The University of Westminster hosted an exhibition held in conjunction with the British Board of Film Classification (BBFC), as an opportunity to celebrate the centenary of the BBFC in a venue with an enviable film heritage.
The Old Cinema became the birthplace of British Cinema when it was chosen to demonstrate the moving pictures of the Lumière brothers in 1896, and went on to be a venue for ‘X‘-rated and avant-garde films.
- Established as the British Board of Film Censors in 1912, the BBFC has sought to represent public opinion and provide child protection for 100 years. It has moved from considering ‘indecorous dancing‘ in films in the 1910s to online classification of downloadable content in 2012, and the milestones of film classification are represented here through original artefacts and documents.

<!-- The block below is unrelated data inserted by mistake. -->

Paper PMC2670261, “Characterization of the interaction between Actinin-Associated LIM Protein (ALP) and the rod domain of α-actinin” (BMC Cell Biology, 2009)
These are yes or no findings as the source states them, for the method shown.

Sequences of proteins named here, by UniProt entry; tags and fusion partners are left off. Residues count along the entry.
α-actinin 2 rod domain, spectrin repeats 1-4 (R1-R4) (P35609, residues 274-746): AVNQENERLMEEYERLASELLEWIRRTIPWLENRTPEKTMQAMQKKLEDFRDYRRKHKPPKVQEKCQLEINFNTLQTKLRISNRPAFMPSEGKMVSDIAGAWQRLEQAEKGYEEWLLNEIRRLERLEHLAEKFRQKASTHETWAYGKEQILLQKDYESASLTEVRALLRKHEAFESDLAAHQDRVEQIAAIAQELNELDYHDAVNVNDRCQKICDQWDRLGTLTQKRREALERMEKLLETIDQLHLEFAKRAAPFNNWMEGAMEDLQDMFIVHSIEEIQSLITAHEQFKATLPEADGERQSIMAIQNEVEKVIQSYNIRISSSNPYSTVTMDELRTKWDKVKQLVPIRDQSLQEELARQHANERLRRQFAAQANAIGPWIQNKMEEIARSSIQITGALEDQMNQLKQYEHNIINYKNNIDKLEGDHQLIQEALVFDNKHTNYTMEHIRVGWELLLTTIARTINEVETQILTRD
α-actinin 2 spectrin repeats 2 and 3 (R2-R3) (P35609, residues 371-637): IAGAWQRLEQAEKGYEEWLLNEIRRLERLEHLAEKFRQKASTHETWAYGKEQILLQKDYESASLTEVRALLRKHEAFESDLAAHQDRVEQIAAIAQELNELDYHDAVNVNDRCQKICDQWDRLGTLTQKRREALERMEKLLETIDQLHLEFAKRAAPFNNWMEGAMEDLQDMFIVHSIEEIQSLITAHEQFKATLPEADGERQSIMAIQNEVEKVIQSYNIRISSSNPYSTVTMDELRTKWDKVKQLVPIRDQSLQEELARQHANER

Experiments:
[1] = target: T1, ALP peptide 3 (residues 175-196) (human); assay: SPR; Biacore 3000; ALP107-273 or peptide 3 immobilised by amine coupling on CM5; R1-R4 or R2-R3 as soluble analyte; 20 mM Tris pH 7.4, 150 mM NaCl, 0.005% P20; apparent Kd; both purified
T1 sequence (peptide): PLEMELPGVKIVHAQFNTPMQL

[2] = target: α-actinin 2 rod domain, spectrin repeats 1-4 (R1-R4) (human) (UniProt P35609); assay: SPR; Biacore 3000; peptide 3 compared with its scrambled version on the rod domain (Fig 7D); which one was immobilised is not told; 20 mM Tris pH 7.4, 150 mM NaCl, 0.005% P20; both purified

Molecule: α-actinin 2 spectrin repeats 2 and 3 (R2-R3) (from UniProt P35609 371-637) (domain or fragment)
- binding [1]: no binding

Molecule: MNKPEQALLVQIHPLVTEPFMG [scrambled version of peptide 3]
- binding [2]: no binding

By examining items from the archives of the University and the BBFC we can appreciate the rich development of cinema history from a unique perspective.
The impact of legislation upon film exhibition becomes clear from the rarely seen papers of the BBFC, while the work of the Westminster Law School at the University further underlines the connection between the two through its innovative research on film and law.